The first 10 years must have been great. After mountain biking was born in the ’70s, riders freely roamed wilderness areas for nearly a decade. But in 1984, the Forest Service changed the code of regulations for designated wilderness, banning “mechanical” devices, including mountain bikes. In California — the birthplace of mountain biking — controversy over the bike ban has flared due to legislation introduced by Sen. Barbara Boxer, D-Calif. The California Wild Heritage Act of 2002 (S2535) introduced in May would protect 2.5 million acres of federal land and portions of 22 rivers, from the northern California border to San Diego. The wilderness designation provides the highest level of protection. That means no logging, no mining, no off-roading, and to the dismay of many — no mountain bikes.
The legislation has fragmented the bicycling community as riders must choose whether to support wilderness preservation or fight to preserve their bike trails. Tim Blumenthal, executive director of the International Mountain Biking Association (IMBA), said some riders refuse to support any legislation that shuts out mountain biking, even if it preserves wild lands. “But, most bikers take that intermediate position, saying, ‘We will support most of this bill, but we need to make sure the most significant rides remain open to our use,’ ” Blumenthal said.
When asked about IMBA’s position on the matter, Blumenthal said, “We want to maintain access to trails we have been riding for years, but we will support wilderness and will almost always support land protection measures.” Blumenthal said that IMBA supports wilderness designations for two-thirds of the areas proposed in the legislation. But he said about 20 percent of the designated land overlaps “important and significant” mountain biking areas. In about 15 percent of the areas, mountain biking could be preserved by adjusting wilderness boundaries.
IMBA, which has 450 clubs in the United States, and other organizations such as the California Wilderness Coalition and Sierra Club, have worked with federal officials to develop compromises to move the wilderness boundaries and preserve some trails. The July 25 edition of The Union newspaper in Nevada County, Calif., reported, “Wilderness boundaries were redrawn to leave some popular mountain biking trails out of the 25,000 acres of Nevada County land in two separate areas proposed for the designation.”
While Blumenthal is happy for these compromises, he proposes an alternative. “I wish that some areas could receive Protection Area designations rather than Wilderness,” he said. “What we like about a Protection Area is you can write specific language to get exactly what you like.” Language could include mountain bikes, but exclude other intrusions. But when asked how Boxer’s camps feels about such alternatives he said, “They’re not too enthusiastic about it.”
Anticipating a significant population increase over the next 10 years, California officials and conservation groups say that it’s vital to set aside as much land as possible, and ensure that it remains protected. At least one mountain biking group fully supports the legislation. Boxer’s website includes a link to Mountain Bikers 4 Wilderness, a group of about 125 riders. On the group’s website (www.mb4w.org), a letter to Boxer states, “We acknowledge that our pastime, mountain biking, is not allowed in Wilderness. However, we feel that setting aside special areas so they may remain in a pristine, non-impacted state is more important.”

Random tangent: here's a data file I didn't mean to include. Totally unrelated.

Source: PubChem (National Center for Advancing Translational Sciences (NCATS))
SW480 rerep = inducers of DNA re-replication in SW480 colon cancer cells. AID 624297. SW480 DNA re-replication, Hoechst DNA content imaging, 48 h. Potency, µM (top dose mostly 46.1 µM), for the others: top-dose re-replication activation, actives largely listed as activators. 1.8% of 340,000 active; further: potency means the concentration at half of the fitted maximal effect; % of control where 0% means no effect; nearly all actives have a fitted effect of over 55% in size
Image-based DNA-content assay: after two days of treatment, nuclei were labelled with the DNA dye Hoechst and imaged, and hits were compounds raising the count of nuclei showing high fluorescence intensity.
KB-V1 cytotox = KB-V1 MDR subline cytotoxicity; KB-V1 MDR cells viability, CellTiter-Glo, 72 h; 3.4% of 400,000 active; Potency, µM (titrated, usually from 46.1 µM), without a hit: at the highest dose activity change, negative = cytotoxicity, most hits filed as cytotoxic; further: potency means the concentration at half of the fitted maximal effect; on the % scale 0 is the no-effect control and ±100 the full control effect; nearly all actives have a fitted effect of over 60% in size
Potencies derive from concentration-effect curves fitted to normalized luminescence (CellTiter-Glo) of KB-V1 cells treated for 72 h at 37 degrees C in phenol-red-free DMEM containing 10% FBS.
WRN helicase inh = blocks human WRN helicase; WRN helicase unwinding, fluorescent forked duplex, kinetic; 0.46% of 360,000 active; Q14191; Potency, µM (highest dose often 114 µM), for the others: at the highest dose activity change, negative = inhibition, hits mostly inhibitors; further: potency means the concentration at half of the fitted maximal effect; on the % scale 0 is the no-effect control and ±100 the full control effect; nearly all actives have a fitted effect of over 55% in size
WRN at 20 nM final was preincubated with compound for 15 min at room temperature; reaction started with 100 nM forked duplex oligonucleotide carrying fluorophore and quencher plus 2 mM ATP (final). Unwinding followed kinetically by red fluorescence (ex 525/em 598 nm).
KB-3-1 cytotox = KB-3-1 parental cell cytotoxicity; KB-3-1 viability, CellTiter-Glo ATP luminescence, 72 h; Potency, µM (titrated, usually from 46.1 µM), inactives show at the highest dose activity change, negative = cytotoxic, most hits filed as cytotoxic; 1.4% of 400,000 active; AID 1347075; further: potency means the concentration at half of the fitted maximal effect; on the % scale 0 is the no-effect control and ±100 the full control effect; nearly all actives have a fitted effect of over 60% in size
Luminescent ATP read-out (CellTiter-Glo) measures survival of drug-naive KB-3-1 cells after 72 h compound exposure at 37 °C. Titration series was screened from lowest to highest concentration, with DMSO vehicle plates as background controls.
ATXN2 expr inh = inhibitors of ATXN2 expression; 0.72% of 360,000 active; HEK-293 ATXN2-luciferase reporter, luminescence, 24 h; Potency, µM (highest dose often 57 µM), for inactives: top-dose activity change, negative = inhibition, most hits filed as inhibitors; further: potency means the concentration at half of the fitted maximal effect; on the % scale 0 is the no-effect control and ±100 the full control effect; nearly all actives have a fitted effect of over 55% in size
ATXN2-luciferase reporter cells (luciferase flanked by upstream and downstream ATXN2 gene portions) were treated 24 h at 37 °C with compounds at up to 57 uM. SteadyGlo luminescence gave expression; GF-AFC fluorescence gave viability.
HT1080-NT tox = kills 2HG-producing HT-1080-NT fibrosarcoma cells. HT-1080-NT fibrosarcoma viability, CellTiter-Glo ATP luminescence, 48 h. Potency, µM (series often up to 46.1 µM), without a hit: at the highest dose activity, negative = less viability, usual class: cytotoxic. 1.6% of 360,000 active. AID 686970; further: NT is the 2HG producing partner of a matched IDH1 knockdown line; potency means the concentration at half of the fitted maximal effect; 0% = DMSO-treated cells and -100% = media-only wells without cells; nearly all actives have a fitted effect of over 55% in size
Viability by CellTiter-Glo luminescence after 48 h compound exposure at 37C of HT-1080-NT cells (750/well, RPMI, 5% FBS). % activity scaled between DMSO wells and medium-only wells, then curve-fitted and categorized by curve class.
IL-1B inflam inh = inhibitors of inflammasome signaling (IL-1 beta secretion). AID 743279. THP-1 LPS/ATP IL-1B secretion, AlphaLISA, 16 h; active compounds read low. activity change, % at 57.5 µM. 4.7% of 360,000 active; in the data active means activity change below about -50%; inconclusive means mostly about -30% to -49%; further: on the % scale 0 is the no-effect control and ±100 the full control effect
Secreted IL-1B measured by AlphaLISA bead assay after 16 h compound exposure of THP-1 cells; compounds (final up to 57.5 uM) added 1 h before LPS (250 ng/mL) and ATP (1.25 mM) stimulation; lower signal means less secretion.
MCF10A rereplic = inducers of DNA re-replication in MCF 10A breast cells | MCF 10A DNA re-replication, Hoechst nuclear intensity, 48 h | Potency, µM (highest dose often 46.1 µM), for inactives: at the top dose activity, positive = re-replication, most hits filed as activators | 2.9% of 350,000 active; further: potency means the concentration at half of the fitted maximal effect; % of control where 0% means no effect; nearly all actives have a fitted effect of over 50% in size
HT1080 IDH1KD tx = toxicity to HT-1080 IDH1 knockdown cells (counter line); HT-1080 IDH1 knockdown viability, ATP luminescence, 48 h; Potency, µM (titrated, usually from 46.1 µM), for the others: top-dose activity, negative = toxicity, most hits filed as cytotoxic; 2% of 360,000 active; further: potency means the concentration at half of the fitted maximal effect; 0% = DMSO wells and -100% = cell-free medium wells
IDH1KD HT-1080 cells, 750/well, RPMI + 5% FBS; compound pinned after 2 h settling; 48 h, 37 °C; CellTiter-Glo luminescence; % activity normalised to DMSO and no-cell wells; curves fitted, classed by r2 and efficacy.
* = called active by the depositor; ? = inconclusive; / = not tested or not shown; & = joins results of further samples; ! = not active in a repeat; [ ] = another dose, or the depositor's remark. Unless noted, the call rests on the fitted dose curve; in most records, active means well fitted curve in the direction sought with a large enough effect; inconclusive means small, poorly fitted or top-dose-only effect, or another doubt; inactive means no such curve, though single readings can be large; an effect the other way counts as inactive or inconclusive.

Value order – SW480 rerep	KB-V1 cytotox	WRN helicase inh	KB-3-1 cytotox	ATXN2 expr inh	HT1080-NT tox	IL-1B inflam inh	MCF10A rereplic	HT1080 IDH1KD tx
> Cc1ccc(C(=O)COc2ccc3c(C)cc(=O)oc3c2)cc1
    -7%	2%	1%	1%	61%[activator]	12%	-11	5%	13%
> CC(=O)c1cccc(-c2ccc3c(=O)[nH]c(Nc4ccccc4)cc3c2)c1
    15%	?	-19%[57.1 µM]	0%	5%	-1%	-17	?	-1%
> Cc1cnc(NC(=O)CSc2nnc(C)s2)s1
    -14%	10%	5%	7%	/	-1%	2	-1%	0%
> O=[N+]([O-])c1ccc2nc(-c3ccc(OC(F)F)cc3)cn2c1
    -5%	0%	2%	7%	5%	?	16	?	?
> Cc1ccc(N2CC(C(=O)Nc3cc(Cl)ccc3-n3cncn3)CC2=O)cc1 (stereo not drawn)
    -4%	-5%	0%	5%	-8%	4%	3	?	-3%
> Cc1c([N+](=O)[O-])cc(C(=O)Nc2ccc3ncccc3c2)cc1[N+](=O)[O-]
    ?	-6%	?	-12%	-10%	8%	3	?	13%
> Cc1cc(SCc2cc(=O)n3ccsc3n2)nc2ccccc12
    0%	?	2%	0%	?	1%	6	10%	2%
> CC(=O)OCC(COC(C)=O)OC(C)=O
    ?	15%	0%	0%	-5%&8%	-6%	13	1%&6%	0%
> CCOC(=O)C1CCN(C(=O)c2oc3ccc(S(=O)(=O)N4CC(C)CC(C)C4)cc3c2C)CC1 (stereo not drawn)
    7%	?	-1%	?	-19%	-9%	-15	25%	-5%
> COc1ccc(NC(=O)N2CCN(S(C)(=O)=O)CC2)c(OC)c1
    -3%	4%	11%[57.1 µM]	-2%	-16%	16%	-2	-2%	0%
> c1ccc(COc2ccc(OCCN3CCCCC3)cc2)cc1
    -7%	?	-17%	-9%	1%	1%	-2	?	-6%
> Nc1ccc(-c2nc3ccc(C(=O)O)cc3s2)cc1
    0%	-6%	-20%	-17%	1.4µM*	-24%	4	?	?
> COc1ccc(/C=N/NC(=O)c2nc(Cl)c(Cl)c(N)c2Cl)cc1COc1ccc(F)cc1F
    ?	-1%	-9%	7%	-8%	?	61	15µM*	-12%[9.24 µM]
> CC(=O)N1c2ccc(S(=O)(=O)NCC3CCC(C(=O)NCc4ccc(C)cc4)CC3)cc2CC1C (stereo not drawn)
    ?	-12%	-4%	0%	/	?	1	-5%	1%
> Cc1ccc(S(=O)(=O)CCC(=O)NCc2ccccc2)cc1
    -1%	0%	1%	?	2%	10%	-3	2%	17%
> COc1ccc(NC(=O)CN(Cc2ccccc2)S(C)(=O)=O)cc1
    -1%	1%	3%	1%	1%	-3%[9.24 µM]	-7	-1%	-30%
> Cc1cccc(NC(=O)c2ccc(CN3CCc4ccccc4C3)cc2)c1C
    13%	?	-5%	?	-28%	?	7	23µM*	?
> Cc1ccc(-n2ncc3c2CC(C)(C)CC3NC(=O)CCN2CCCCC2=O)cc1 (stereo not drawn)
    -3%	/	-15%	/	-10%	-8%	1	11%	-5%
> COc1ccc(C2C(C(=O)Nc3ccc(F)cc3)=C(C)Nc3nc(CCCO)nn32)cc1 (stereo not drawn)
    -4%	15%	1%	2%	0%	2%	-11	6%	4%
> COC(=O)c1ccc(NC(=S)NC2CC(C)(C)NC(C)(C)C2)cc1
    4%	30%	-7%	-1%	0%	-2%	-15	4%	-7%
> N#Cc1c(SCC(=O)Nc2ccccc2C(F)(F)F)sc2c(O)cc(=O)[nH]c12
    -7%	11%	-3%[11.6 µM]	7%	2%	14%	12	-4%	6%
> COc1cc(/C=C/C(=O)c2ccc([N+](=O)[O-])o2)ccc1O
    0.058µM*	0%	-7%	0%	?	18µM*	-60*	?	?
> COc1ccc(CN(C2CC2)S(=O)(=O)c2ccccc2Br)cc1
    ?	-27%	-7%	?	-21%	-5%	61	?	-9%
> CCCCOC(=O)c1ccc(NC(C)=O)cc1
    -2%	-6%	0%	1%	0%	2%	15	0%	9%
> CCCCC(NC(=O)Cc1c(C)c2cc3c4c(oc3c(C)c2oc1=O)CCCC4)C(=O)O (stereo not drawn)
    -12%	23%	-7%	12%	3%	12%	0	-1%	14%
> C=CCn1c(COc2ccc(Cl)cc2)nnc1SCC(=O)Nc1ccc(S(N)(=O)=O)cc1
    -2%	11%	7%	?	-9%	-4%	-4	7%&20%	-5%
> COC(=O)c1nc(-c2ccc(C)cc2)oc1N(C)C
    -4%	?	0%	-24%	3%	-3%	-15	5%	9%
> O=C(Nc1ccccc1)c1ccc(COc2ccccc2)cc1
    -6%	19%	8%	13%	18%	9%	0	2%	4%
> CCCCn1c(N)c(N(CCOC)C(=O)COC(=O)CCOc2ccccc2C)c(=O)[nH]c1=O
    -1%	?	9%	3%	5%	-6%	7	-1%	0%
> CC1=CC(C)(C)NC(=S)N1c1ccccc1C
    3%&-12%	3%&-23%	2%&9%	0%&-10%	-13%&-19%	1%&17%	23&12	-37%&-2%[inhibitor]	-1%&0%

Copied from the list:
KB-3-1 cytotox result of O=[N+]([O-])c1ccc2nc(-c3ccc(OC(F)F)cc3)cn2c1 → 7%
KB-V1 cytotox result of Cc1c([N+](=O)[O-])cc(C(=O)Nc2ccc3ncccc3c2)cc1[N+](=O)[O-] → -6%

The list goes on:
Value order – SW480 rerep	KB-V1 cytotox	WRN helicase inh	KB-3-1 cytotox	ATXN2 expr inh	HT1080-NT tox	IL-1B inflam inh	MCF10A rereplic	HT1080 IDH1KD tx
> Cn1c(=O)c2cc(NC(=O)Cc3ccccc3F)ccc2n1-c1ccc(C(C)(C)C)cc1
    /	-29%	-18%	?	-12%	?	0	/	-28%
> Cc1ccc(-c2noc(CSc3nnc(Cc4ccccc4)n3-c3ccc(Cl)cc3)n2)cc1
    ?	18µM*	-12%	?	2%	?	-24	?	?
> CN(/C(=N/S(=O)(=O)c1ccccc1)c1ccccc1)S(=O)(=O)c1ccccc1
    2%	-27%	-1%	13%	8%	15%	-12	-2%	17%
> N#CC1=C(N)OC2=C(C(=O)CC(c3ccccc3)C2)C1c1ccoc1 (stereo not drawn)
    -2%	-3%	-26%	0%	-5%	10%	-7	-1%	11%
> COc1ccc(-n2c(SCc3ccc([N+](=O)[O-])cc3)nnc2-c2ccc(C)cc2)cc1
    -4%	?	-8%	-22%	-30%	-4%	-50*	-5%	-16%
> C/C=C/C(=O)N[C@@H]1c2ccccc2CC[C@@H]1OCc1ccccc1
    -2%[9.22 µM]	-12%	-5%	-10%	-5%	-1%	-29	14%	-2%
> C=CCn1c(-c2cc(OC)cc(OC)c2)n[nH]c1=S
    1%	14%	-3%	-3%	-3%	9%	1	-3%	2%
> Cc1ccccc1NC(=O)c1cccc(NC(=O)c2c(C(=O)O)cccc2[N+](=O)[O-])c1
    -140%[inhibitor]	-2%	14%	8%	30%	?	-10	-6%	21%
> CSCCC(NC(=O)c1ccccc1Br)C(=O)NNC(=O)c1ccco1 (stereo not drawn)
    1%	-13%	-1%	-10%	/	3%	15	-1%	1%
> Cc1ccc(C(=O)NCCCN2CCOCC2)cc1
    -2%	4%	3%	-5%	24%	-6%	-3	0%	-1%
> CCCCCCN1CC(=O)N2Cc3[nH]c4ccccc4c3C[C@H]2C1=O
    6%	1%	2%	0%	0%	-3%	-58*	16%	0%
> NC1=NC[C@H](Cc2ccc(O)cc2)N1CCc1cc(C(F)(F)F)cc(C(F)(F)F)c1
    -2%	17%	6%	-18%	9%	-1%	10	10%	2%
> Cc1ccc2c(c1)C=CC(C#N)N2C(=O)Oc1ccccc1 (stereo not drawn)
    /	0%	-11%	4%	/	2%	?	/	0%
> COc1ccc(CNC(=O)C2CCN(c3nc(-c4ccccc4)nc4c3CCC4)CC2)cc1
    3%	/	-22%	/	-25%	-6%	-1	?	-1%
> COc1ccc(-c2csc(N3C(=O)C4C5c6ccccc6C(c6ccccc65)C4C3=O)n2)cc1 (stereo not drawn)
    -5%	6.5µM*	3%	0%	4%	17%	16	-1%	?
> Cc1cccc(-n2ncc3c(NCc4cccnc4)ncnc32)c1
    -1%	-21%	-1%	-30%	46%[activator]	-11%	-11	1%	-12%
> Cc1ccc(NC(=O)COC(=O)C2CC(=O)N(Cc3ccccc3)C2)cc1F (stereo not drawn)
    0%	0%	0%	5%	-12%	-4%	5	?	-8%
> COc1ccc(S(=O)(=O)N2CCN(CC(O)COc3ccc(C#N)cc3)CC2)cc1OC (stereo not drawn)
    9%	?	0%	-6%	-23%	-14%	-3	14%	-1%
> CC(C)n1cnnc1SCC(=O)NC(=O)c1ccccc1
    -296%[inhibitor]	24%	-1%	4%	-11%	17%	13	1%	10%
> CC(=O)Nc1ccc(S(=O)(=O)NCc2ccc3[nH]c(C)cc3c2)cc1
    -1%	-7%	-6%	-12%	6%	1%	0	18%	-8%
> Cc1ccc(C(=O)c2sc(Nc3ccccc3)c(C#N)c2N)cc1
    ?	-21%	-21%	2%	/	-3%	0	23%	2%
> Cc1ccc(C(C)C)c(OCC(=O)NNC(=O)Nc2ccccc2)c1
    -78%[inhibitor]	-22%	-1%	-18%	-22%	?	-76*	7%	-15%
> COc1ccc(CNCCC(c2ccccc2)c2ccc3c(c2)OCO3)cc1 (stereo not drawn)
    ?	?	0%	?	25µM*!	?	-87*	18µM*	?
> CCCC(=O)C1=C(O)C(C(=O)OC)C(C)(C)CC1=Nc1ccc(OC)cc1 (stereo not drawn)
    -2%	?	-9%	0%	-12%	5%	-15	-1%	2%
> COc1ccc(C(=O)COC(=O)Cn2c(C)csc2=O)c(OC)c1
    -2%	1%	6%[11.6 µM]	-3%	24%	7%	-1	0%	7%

However, The Warriors Society, a bike organization based in Orange County, Calif., claims that Mountain Bikers 4 Wilderness is a puppet organization, created by Boxer’s group to influence public opinion. Chris Vargas of The Warriors Society told SNEWS that his group had never heard of Mountain Bikers 4 Wilderness prior to the Boxer legislation. “And if you look at their website, it’s a one-issue site. They don’t do trail maintenance or anything else,” Vargas said.
Tom Bohigian, deputy state director for Boxer, refuted claims of The Warriors Society in the San Francisco Chronicle. Tom Stienstra’s Oct. 3 article quotes Bohigian as saying, “We did not engineer the creation of this group or any other group.” Of course, mountain bikers represent one small faction of groups fighting the legislation. Off-road enthusiasts and equestrians oppose the bill, in addition to more formidable groups, like ranchers, timber companies and the hydroelectric industry.
While no action is expected on the legislation this year, it is expected to be re-introduced next year. Blumenthal said he thinks it has a good chance of passing. “I expect that a wilderness bill will be passed, and we will continue to hammer out compromises,” Blumenthal said. “The ultimate acreage will be smaller than is currently in the bill. But a significant amount of California land — a couple million acres or so — will be protected as wilderness and will maintain access to the trails that are most important to us.”
SNEWS View: While the mountain biking community won’t likely prevent the legislation from passing, there is some good news. Blumenthal said that Boxer has listened carefully to mountain bikers’ concerns and some trails will be preserved. “The level of dialogue has been very good,” he said. Also many people agree that trail access for mountain biking has improved. Land managers better understand the activity and are more open to looking for solutions. Also, in more places, an increased number of bike clubs are more organized and more effective at voicing their concerns. (IMBA had fewer than 1,000 members 10 years ago and now has 32,000 members.) Plus, people who enjoy mountain biking have moved into elected positions of power or hold positions of power on trail committees. The result is that mountain bikers might lose certain trails, but fewer entire bike trail systems are closed.